German retail giant Metro sells Vietnam hypermarkets

Reuters

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German retail giant Metro sells Vietnam hypermarkets
German retail and distribution giant Metro said Thursday it has agreed to sell its cash and carry hypermarkets in Vietnam to Thailand's Berli Jucker for 655 million euros ($876 million).
"Metro has today signed an agreement with Thailand's Berli Jucker Public Company, according to which the Thai diversified supply chain group will acquire (Metro's) complete wholesale business in Vietnam," the German company said in a statement.
"BJC will take over the complete operational business of Metro Cash & Carry Vietnam including all 19 wholesale stores and the related real estate portfolio for an enterprise value of 655 million euros," the statement said.
The sale, which was still subject to approval from the relevant authorities, is expected to add several hundred million euros to underlying earnings in the 2014-15 financial year, Metro added.
German retailer Metro AG is in advanced talks to sell its cash-and-carry unit in Vietnam to Thailand's Berli Jucker for more than $500 million, the Wall Street Journal reported on Tuesday, citing people familiar with the matter.

Europe's fourth-biggest retailer opened its first cash-and-carry store in Vietnam in 2002 and now operates 19 stores across the country with around 4,000 employees, generating sales of 516 million euros ($692 million) in the 2012/13 fiscal year.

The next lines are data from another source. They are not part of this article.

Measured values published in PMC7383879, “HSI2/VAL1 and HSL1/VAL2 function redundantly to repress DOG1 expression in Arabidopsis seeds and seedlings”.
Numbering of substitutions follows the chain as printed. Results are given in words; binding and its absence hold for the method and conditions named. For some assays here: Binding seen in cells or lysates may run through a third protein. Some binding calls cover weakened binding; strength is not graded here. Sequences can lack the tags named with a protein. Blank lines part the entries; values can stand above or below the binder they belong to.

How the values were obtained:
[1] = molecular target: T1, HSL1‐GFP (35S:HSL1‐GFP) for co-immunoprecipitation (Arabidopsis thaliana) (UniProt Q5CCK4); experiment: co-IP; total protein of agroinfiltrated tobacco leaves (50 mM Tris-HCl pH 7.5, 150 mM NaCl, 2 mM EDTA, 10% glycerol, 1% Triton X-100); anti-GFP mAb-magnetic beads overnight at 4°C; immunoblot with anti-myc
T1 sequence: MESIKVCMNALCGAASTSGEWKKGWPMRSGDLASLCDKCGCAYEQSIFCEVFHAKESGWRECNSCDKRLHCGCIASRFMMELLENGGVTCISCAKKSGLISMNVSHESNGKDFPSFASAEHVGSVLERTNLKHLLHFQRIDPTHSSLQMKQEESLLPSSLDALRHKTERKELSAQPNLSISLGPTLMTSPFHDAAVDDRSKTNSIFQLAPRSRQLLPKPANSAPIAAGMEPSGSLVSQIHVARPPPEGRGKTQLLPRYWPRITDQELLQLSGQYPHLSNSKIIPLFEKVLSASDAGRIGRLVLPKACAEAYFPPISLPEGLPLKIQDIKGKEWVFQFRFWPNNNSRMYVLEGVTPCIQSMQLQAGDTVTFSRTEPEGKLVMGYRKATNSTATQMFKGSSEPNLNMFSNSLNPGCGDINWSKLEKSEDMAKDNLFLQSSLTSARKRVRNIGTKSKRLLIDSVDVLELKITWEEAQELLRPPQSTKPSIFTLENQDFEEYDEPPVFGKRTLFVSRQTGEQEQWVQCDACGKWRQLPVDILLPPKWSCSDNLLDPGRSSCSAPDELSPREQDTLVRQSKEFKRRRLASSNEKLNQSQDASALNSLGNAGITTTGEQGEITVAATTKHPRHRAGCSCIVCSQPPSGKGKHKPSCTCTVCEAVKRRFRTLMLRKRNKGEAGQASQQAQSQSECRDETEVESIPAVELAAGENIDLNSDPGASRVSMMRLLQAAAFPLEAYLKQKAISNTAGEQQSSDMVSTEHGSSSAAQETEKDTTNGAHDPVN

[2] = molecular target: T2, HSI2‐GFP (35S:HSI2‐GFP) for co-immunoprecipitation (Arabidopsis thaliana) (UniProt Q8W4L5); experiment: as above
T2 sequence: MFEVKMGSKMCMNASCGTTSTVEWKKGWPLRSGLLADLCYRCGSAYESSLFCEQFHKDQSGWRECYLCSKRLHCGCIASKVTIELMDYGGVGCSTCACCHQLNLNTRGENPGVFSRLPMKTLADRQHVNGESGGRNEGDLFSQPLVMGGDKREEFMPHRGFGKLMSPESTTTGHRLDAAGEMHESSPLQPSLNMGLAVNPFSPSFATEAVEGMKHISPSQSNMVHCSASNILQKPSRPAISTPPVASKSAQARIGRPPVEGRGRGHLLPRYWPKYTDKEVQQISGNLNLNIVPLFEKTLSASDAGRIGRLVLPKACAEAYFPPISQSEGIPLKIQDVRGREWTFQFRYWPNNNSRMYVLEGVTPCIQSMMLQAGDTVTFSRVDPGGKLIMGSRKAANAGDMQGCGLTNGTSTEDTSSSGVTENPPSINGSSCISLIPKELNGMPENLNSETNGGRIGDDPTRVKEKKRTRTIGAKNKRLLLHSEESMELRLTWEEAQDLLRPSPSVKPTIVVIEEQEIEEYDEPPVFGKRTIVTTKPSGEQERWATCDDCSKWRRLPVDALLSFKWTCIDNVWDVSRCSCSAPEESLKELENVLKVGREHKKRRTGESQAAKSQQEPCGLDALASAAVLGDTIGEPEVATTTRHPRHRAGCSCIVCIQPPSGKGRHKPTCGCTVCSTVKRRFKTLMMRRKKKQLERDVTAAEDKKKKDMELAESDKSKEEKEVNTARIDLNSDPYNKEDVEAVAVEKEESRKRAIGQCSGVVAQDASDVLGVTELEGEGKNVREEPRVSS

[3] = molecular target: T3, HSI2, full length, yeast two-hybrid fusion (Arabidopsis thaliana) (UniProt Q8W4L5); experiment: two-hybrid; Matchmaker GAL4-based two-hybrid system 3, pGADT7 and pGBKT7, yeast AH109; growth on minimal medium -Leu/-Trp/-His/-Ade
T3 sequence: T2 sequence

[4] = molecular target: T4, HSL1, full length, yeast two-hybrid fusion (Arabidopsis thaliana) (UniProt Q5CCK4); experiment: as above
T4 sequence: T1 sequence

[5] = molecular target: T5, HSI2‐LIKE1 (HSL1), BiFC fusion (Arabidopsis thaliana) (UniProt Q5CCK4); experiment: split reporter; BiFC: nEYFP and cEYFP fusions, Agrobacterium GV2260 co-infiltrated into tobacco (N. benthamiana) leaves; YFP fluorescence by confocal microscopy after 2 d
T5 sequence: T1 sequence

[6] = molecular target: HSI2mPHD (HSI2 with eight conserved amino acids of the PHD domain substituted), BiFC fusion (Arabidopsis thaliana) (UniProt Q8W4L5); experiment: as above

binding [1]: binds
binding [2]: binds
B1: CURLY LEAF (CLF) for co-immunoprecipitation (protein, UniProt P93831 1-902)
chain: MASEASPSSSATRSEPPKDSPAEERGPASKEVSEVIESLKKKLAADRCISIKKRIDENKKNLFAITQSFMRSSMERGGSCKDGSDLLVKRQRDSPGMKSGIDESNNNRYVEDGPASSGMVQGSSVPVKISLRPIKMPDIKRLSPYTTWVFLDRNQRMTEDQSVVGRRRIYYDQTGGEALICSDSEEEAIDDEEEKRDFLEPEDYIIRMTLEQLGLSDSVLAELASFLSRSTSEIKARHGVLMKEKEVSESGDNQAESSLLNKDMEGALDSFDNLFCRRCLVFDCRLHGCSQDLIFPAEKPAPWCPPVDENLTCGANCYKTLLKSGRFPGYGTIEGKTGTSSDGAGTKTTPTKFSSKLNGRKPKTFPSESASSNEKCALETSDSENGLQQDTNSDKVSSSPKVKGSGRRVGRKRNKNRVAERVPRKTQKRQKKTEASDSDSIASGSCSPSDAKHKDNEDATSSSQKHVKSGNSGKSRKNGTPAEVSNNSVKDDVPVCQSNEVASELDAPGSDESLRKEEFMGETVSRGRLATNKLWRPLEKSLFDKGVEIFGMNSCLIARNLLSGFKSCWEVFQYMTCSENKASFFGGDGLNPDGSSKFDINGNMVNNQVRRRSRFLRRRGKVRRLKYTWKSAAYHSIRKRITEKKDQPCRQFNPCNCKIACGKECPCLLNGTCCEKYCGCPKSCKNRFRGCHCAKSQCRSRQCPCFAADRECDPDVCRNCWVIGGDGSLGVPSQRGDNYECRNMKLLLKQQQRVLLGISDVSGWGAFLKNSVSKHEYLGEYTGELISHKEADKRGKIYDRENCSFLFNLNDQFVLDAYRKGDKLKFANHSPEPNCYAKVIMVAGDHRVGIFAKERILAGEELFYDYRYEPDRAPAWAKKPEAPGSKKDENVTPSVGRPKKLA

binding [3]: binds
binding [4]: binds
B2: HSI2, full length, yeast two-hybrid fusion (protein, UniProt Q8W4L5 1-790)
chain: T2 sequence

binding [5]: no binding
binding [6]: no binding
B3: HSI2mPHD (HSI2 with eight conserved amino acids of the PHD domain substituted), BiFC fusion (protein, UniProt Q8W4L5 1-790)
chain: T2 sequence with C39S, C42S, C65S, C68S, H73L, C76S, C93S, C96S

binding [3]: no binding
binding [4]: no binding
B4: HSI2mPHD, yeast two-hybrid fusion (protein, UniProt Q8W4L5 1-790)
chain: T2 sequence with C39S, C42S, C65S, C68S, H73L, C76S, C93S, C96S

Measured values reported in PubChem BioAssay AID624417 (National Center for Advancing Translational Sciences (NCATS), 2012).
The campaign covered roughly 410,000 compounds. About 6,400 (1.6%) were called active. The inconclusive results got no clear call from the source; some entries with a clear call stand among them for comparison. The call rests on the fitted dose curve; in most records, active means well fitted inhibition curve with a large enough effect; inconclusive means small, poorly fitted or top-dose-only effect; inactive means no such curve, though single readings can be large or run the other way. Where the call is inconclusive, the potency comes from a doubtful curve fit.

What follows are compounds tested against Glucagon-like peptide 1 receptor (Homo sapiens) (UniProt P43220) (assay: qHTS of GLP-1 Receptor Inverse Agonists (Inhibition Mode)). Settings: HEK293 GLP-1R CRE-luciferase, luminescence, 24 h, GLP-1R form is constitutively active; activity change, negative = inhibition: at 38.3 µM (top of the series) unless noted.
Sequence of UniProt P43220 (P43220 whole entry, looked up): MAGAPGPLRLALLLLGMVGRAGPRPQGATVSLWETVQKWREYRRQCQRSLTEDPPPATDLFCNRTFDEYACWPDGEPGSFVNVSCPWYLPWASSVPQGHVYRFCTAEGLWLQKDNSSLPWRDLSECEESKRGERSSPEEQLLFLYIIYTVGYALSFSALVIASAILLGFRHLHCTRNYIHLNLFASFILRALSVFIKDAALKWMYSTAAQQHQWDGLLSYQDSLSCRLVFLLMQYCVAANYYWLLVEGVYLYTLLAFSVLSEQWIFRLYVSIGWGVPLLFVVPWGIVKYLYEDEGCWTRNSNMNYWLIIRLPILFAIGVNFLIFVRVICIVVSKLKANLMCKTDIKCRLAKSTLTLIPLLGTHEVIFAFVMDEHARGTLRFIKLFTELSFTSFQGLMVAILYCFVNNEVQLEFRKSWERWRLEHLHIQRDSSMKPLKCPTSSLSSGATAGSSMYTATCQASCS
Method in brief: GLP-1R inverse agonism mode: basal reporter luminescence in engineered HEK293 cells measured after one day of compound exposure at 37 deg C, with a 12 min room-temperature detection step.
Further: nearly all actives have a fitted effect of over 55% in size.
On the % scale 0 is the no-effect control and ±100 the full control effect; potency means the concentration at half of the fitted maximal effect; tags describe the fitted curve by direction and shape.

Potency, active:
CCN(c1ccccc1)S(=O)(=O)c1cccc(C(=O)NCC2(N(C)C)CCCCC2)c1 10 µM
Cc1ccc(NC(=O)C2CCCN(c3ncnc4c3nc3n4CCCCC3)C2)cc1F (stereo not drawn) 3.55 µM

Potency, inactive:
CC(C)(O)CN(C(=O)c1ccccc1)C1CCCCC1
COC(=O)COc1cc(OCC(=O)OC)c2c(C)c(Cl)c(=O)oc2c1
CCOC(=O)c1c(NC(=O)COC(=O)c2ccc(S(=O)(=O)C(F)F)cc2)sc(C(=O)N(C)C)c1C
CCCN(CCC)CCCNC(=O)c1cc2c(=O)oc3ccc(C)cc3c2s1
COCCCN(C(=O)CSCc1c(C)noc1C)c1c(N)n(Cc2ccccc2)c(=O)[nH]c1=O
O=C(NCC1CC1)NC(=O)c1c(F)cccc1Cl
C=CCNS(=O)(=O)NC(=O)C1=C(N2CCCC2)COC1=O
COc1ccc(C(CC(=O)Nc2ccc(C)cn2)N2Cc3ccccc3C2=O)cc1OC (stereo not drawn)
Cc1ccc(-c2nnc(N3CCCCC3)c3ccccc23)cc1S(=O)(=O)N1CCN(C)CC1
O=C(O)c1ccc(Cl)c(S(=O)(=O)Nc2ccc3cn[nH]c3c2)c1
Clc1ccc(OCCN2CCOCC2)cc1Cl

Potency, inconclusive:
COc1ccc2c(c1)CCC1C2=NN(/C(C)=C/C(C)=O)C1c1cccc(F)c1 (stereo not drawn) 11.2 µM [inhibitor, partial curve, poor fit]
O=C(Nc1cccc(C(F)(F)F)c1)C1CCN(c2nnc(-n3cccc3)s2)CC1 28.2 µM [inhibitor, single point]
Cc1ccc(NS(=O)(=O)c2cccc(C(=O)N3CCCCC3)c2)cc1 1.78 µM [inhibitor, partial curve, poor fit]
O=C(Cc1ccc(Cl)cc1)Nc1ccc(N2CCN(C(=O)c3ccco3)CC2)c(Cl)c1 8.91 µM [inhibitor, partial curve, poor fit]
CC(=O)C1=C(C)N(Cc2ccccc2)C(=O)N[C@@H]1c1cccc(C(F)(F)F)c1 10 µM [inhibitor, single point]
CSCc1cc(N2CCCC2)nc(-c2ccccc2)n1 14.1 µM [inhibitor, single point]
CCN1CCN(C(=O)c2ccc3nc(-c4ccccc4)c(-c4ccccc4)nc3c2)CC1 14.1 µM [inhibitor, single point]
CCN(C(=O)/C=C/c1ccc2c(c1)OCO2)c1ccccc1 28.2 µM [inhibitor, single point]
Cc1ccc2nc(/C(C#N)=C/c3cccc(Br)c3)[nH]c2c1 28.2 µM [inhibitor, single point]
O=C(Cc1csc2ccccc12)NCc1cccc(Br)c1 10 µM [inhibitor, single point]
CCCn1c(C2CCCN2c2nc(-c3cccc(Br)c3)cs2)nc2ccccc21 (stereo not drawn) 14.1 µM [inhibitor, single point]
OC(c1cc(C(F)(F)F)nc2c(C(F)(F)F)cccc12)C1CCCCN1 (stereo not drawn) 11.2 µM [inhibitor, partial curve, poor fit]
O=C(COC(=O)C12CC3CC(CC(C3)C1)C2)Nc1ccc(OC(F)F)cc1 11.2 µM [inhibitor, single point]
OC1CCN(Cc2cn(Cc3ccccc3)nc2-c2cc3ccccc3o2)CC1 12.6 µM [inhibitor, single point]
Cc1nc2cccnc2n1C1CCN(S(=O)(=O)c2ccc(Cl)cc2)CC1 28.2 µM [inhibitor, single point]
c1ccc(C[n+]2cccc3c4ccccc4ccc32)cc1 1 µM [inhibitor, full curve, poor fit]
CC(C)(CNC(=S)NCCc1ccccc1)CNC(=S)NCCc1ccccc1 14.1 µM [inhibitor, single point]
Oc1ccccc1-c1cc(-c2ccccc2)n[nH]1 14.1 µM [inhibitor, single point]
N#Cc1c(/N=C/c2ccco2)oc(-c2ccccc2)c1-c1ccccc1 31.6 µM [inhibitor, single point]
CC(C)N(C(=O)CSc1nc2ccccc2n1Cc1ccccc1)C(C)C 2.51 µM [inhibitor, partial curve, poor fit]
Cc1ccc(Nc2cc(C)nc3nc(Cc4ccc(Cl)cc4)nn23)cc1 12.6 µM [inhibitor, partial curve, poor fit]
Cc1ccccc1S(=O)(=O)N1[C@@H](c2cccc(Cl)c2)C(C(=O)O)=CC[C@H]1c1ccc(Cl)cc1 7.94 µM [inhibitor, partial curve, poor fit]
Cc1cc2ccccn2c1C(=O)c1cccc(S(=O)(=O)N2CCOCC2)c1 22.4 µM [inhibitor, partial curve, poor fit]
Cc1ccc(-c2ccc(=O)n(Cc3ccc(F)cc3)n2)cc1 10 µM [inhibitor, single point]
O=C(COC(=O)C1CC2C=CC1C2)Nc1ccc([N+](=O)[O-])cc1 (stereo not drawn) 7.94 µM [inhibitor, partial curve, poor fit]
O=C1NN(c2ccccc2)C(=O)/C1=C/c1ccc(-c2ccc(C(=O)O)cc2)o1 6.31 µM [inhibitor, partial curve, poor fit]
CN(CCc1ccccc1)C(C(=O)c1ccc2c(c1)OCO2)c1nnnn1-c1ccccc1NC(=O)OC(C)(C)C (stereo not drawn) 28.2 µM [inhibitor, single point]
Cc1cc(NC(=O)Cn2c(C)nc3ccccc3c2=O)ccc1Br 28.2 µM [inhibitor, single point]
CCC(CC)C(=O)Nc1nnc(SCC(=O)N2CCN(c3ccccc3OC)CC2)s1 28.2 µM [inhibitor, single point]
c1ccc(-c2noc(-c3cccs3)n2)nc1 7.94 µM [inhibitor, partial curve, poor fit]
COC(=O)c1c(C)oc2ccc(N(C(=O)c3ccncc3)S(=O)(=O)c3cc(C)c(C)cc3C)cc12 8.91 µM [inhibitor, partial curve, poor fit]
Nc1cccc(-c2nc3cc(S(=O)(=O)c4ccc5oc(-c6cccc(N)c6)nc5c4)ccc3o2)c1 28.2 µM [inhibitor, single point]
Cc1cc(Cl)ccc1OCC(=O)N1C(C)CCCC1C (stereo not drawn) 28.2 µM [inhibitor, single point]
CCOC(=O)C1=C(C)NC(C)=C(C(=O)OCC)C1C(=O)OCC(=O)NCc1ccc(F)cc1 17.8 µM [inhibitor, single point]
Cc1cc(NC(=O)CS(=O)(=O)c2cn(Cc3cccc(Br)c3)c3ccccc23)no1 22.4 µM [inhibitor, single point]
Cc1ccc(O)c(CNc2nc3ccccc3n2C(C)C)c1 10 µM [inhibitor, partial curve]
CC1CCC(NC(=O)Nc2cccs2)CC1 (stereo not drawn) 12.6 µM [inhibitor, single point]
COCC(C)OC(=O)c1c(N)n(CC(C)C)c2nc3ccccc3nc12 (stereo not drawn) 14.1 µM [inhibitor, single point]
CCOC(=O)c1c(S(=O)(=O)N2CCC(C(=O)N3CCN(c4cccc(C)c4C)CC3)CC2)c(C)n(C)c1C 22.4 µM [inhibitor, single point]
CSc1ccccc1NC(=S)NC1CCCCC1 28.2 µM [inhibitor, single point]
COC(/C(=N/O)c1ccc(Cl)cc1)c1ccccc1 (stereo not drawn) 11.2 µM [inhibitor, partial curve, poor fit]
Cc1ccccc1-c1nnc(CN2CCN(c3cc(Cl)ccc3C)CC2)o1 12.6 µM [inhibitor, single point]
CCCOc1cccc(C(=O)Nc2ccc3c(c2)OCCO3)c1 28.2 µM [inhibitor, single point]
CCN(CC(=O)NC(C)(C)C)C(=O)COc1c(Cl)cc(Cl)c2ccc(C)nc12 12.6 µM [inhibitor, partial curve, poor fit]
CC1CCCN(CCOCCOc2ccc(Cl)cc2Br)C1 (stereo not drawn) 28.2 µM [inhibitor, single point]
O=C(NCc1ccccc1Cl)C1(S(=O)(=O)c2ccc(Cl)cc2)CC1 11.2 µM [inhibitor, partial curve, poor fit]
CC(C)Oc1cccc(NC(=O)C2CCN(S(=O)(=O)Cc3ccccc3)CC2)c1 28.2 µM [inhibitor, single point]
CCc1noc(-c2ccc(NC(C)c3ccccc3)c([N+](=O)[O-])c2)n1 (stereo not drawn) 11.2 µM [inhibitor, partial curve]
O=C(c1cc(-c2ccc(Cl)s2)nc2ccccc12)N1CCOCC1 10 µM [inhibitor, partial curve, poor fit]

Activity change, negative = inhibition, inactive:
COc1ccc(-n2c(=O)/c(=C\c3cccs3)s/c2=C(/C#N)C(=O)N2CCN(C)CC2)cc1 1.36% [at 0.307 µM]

The Journal said Berli Jucker had approached Metro about the business last year, according to people familiar with the talks.
A Metro spokeswoman declined to comment on the report.
The cash-and-carry business, which sells wholesale to customers such as hotels, restaurants and independent retailers, accounts for about half of the Metro group's sales, with over 750 stores in 28 countries in Europe and Asia.
Metro also runs Europe's largest consumer electronics chain Media-Saturn as well as Real hypermarkets and Kaufhof department stores in Germany, but has been trying to streamline the business to focus on cash-and-carry and consumer electronics.
Shares in the company, which had fallen sharply after Metro announced fiscal third-quarter results last Thursday, were up 2 percent at 0757 GMT, outperforming a 0.4 percent firmer STOXX Europe 600 retail index.
Metro shares are down almost 26 percent this year, largely due to the company's exposure to Russia and a decision to delay a stock market listing of a stake in its Russian cash-and-carry operation due to market turmoil over the Ukraine crisis.
Metro had wanted to use the expected 1 billion euros in proceeds to invest in the fast-growing Russian business and other emerging markets and pay down debt.

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